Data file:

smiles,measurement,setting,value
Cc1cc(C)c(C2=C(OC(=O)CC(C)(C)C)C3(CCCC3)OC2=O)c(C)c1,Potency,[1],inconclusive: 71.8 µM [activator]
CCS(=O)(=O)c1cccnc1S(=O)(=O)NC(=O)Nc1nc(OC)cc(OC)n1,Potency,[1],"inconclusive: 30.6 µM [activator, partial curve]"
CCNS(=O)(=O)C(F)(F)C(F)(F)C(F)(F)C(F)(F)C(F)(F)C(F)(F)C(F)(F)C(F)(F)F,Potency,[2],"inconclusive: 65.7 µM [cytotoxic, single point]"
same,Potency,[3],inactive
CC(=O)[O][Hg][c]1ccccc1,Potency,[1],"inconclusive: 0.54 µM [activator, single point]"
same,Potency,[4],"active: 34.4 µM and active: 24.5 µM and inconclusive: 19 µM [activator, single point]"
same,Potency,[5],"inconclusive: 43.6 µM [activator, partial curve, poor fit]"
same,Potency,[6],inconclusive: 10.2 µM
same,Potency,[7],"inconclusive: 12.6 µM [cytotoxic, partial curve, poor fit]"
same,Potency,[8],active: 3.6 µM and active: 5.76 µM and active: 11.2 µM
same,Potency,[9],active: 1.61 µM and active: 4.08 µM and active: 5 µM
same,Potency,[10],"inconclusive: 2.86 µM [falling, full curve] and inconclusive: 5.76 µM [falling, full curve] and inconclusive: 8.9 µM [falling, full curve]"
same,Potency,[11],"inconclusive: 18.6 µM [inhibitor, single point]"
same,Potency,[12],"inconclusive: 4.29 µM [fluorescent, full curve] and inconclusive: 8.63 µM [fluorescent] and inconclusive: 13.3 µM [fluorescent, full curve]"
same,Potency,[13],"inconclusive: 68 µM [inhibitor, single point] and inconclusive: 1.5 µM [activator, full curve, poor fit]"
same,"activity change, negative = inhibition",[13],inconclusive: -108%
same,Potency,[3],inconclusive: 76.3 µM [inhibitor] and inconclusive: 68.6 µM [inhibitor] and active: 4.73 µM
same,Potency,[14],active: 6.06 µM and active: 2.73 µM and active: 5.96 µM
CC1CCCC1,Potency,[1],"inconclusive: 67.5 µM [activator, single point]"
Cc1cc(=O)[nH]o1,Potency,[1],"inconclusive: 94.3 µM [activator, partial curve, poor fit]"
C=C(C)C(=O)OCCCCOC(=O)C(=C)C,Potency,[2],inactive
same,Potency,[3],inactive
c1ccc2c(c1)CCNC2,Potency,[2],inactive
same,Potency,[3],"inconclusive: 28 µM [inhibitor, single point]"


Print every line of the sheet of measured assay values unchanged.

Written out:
smiles,measurement,setting,value
Cc1cc(C)c(C2=C(OC(=O)CC(C)(C)C)C3(CCCC3)OC2=O)c(C)c1,Potency,[1],inconclusive: 71.8 µM [activator]
CCS(=O)(=O)c1cccnc1S(=O)(=O)NC(=O)Nc1nc(OC)cc(OC)n1,Potency,[1],"inconclusive: 30.6 µM [activator, partial curve]"
CCNS(=O)(=O)C(F)(F)C(F)(F)C(F)(F)C(F)(F)C(F)(F)C(F)(F)C(F)(F)C(F)(F)F,Potency,[2],"inconclusive: 65.7 µM [cytotoxic, single point]"
same,Potency,[3],inactive
CC(=O)[O][Hg][c]1ccccc1,Potency,[1],"inconclusive: 0.54 µM [activator, single point]"
same,Potency,[4],"active: 34.4 µM and active: 24.5 µM and inconclusive: 19 µM [activator, single point]"
same,Potency,[5],"inconclusive: 43.6 µM [activator, partial curve, poor fit]"
same,Potency,[6],inconclusive: 10.2 µM
same,Potency,[7],"inconclusive: 12.6 µM [cytotoxic, partial curve, poor fit]"
same,Potency,[8],active: 3.6 µM and active: 5.76 µM and active: 11.2 µM
same,Potency,[9],active: 1.61 µM and active: 4.08 µM and active: 5 µM
same,Potency,[10],"inconclusive: 2.86 µM [falling, full curve] and inconclusive: 5.76 µM [falling, full curve] and inconclusive: 8.9 µM [falling, full curve]"
same,Potency,[11],"inconclusive: 18.6 µM [inhibitor, single point]"
same,Potency,[12],"inconclusive: 4.29 µM [fluorescent, full curve] and inconclusive: 8.63 µM [fluorescent] and inconclusive: 13.3 µM [fluorescent, full curve]"
same,Potency,[13],"inconclusive: 68 µM [inhibitor, single point] and inconclusive: 1.5 µM [activator, full curve, poor fit]"
same,"activity change, negative = inhibition",[13],inconclusive: -108%
same,Potency,[3],inconclusive: 76.3 µM [inhibitor] and inconclusive: 68.6 µM [inhibitor] and active: 4.73 µM
same,Potency,[14],active: 6.06 µM and active: 2.73 µM and active: 5.96 µM
CC1CCCC1,Potency,[1],"inconclusive: 67.5 µM [activator, single point]"
Cc1cc(=O)[nH]o1,Potency,[1],"inconclusive: 94.3 µM [activator, partial curve, poor fit]"
C=C(C)C(=O)OCCCCOC(=O)C(=C)C,Potency,[2],inactive
same,Potency,[3],inactive
c1ccc2c(c1)CCNC2,Potency,[2],inactive
same,Potency,[3],"inconclusive: 28 µM [inhibitor, single point]"